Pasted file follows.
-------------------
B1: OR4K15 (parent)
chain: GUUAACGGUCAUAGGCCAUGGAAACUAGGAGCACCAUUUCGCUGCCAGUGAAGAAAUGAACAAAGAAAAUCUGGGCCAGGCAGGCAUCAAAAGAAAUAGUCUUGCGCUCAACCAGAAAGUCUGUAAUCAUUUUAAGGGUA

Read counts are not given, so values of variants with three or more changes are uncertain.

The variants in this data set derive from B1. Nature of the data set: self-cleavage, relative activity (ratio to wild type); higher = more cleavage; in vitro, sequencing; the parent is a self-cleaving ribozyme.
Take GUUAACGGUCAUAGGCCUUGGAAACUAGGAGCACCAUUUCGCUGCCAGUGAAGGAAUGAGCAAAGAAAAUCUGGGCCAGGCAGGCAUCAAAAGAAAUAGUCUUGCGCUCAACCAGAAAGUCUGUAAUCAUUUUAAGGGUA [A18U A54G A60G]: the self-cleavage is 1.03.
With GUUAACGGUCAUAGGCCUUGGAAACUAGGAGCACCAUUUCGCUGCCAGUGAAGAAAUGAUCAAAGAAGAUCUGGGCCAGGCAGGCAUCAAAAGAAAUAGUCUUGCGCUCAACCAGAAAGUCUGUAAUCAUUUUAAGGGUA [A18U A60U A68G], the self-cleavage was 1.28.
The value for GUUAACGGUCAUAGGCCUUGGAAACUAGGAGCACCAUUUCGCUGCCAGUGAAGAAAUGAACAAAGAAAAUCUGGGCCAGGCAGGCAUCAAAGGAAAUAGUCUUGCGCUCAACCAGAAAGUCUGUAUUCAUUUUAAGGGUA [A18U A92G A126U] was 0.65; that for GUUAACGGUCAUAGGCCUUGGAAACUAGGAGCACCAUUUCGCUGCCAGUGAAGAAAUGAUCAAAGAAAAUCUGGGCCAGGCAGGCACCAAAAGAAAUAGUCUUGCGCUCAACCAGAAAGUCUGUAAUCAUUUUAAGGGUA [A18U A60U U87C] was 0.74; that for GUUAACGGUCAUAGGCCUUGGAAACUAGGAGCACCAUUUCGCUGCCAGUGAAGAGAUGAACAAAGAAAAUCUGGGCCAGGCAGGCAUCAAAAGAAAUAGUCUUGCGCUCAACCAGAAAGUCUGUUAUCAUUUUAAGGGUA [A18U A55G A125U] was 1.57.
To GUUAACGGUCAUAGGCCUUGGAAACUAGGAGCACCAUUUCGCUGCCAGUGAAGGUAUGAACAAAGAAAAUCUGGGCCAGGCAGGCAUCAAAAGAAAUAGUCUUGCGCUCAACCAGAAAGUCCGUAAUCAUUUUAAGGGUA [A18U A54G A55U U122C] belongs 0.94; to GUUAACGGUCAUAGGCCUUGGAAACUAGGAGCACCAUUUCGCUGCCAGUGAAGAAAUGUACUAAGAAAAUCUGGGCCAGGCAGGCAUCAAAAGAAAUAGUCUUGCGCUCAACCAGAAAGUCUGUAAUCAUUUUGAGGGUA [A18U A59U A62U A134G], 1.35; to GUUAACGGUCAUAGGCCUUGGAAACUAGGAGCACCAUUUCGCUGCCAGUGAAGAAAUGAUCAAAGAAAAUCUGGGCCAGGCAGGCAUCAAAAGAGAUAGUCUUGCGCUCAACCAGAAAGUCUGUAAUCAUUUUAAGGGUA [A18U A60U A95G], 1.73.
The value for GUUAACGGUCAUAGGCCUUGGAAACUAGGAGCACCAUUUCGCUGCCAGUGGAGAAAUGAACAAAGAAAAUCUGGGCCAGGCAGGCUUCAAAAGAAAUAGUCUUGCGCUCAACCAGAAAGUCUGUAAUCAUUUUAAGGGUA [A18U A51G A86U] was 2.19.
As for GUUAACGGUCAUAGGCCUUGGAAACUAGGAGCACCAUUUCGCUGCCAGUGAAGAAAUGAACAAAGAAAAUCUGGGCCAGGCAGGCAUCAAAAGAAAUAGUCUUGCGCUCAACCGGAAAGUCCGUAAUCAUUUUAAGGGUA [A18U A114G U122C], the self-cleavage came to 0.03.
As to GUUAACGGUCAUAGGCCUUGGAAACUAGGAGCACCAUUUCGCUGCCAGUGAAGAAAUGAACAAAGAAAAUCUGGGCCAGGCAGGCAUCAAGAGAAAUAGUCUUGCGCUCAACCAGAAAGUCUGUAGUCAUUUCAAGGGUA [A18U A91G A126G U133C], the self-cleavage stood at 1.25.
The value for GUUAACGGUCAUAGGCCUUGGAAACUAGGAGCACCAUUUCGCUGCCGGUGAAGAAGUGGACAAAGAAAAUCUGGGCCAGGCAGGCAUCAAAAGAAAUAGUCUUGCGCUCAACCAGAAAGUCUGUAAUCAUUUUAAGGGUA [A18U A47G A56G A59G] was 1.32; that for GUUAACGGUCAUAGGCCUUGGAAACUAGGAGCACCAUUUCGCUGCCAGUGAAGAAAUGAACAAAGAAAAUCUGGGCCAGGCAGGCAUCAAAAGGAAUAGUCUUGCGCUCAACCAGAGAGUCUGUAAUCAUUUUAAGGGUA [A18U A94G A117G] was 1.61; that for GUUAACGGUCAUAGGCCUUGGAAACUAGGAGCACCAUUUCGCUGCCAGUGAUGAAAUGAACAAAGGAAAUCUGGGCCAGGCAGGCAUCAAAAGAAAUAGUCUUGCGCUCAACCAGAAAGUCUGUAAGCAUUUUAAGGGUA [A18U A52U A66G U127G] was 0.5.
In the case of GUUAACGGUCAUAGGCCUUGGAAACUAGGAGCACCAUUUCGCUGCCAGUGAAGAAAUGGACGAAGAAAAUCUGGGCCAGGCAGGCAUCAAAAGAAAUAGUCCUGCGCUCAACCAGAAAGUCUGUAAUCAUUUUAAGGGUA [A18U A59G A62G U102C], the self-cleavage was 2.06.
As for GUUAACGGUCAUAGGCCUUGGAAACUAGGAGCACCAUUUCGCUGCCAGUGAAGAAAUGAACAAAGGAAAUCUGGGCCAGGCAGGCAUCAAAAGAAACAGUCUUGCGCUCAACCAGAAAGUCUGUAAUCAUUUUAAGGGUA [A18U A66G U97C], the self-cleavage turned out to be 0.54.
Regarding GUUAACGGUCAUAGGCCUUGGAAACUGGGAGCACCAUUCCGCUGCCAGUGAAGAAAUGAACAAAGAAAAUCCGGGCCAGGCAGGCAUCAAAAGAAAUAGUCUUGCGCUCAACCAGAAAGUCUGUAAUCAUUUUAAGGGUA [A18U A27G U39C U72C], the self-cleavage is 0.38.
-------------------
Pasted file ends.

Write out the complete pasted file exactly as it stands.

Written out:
B1: OR4K15 (parent)
chain: GUUAACGGUCAUAGGCCAUGGAAACUAGGAGCACCAUUUCGCUGCCAGUGAAGAAAUGAACAAAGAAAAUCUGGGCCAGGCAGGCAUCAAAAGAAAUAGUCUUGCGCUCAACCAGAAAGUCUGUAAUCAUUUUAAGGGUA

Read counts are not given, so values of variants with three or more changes are uncertain.

The variants in this data set derive from B1. Nature of the data set: self-cleavage, relative activity (ratio to wild type); higher = more cleavage; in vitro, sequencing; the parent is a self-cleaving ribozyme.
Take GUUAACGGUCAUAGGCCUUGGAAACUAGGAGCACCAUUUCGCUGCCAGUGAAGGAAUGAGCAAAGAAAAUCUGGGCCAGGCAGGCAUCAAAAGAAAUAGUCUUGCGCUCAACCAGAAAGUCUGUAAUCAUUUUAAGGGUA [A18U A54G A60G]: the self-cleavage is 1.03.
With GUUAACGGUCAUAGGCCUUGGAAACUAGGAGCACCAUUUCGCUGCCAGUGAAGAAAUGAUCAAAGAAGAUCUGGGCCAGGCAGGCAUCAAAAGAAAUAGUCUUGCGCUCAACCAGAAAGUCUGUAAUCAUUUUAAGGGUA [A18U A60U A68G], the self-cleavage was 1.28.
The value for GUUAACGGUCAUAGGCCUUGGAAACUAGGAGCACCAUUUCGCUGCCAGUGAAGAAAUGAACAAAGAAAAUCUGGGCCAGGCAGGCAUCAAAGGAAAUAGUCUUGCGCUCAACCAGAAAGUCUGUAUUCAUUUUAAGGGUA [A18U A92G A126U] was 0.65; that for GUUAACGGUCAUAGGCCUUGGAAACUAGGAGCACCAUUUCGCUGCCAGUGAAGAAAUGAUCAAAGAAAAUCUGGGCCAGGCAGGCACCAAAAGAAAUAGUCUUGCGCUCAACCAGAAAGUCUGUAAUCAUUUUAAGGGUA [A18U A60U U87C] was 0.74; that for GUUAACGGUCAUAGGCCUUGGAAACUAGGAGCACCAUUUCGCUGCCAGUGAAGAGAUGAACAAAGAAAAUCUGGGCCAGGCAGGCAUCAAAAGAAAUAGUCUUGCGCUCAACCAGAAAGUCUGUUAUCAUUUUAAGGGUA [A18U A55G A125U] was 1.57.
To GUUAACGGUCAUAGGCCUUGGAAACUAGGAGCACCAUUUCGCUGCCAGUGAAGGUAUGAACAAAGAAAAUCUGGGCCAGGCAGGCAUCAAAAGAAAUAGUCUUGCGCUCAACCAGAAAGUCCGUAAUCAUUUUAAGGGUA [A18U A54G A55U U122C] belongs 0.94; to GUUAACGGUCAUAGGCCUUGGAAACUAGGAGCACCAUUUCGCUGCCAGUGAAGAAAUGUACUAAGAAAAUCUGGGCCAGGCAGGCAUCAAAAGAAAUAGUCUUGCGCUCAACCAGAAAGUCUGUAAUCAUUUUGAGGGUA [A18U A59U A62U A134G], 1.35; to GUUAACGGUCAUAGGCCUUGGAAACUAGGAGCACCAUUUCGCUGCCAGUGAAGAAAUGAUCAAAGAAAAUCUGGGCCAGGCAGGCAUCAAAAGAGAUAGUCUUGCGCUCAACCAGAAAGUCUGUAAUCAUUUUAAGGGUA [A18U A60U A95G], 1.73.
The value for GUUAACGGUCAUAGGCCUUGGAAACUAGGAGCACCAUUUCGCUGCCAGUGGAGAAAUGAACAAAGAAAAUCUGGGCCAGGCAGGCUUCAAAAGAAAUAGUCUUGCGCUCAACCAGAAAGUCUGUAAUCAUUUUAAGGGUA [A18U A51G A86U] was 2.19.
As for GUUAACGGUCAUAGGCCUUGGAAACUAGGAGCACCAUUUCGCUGCCAGUGAAGAAAUGAACAAAGAAAAUCUGGGCCAGGCAGGCAUCAAAAGAAAUAGUCUUGCGCUCAACCGGAAAGUCCGUAAUCAUUUUAAGGGUA [A18U A114G U122C], the self-cleavage came to 0.03.
As to GUUAACGGUCAUAGGCCUUGGAAACUAGGAGCACCAUUUCGCUGCCAGUGAAGAAAUGAACAAAGAAAAUCUGGGCCAGGCAGGCAUCAAGAGAAAUAGUCUUGCGCUCAACCAGAAAGUCUGUAGUCAUUUCAAGGGUA [A18U A91G A126G U133C], the self-cleavage stood at 1.25.
The value for GUUAACGGUCAUAGGCCUUGGAAACUAGGAGCACCAUUUCGCUGCCGGUGAAGAAGUGGACAAAGAAAAUCUGGGCCAGGCAGGCAUCAAAAGAAAUAGUCUUGCGCUCAACCAGAAAGUCUGUAAUCAUUUUAAGGGUA [A18U A47G A56G A59G] was 1.32; that for GUUAACGGUCAUAGGCCUUGGAAACUAGGAGCACCAUUUCGCUGCCAGUGAAGAAAUGAACAAAGAAAAUCUGGGCCAGGCAGGCAUCAAAAGGAAUAGUCUUGCGCUCAACCAGAGAGUCUGUAAUCAUUUUAAGGGUA [A18U A94G A117G] was 1.61; that for GUUAACGGUCAUAGGCCUUGGAAACUAGGAGCACCAUUUCGCUGCCAGUGAUGAAAUGAACAAAGGAAAUCUGGGCCAGGCAGGCAUCAAAAGAAAUAGUCUUGCGCUCAACCAGAAAGUCUGUAAGCAUUUUAAGGGUA [A18U A52U A66G U127G] was 0.5.
In the case of GUUAACGGUCAUAGGCCUUGGAAACUAGGAGCACCAUUUCGCUGCCAGUGAAGAAAUGGACGAAGAAAAUCUGGGCCAGGCAGGCAUCAAAAGAAAUAGUCCUGCGCUCAACCAGAAAGUCUGUAAUCAUUUUAAGGGUA [A18U A59G A62G U102C], the self-cleavage was 2.06.
As for GUUAACGGUCAUAGGCCUUGGAAACUAGGAGCACCAUUUCGCUGCCAGUGAAGAAAUGAACAAAGGAAAUCUGGGCCAGGCAGGCAUCAAAAGAAACAGUCUUGCGCUCAACCAGAAAGUCUGUAAUCAUUUUAAGGGUA [A18U A66G U97C], the self-cleavage turned out to be 0.54.
Regarding GUUAACGGUCAUAGGCCUUGGAAACUGGGAGCACCAUUCCGCUGCCAGUGAAGAAAUGAACAAAGAAAAUCCGGGCCAGGCAGGCAUCAAAAGAAAUAGUCUUGCGCUCAACCAGAAAGUCUGUAAUCAUUUUAAGGGUA [A18U A27G U39C U72C], the self-cleavage is 0.38.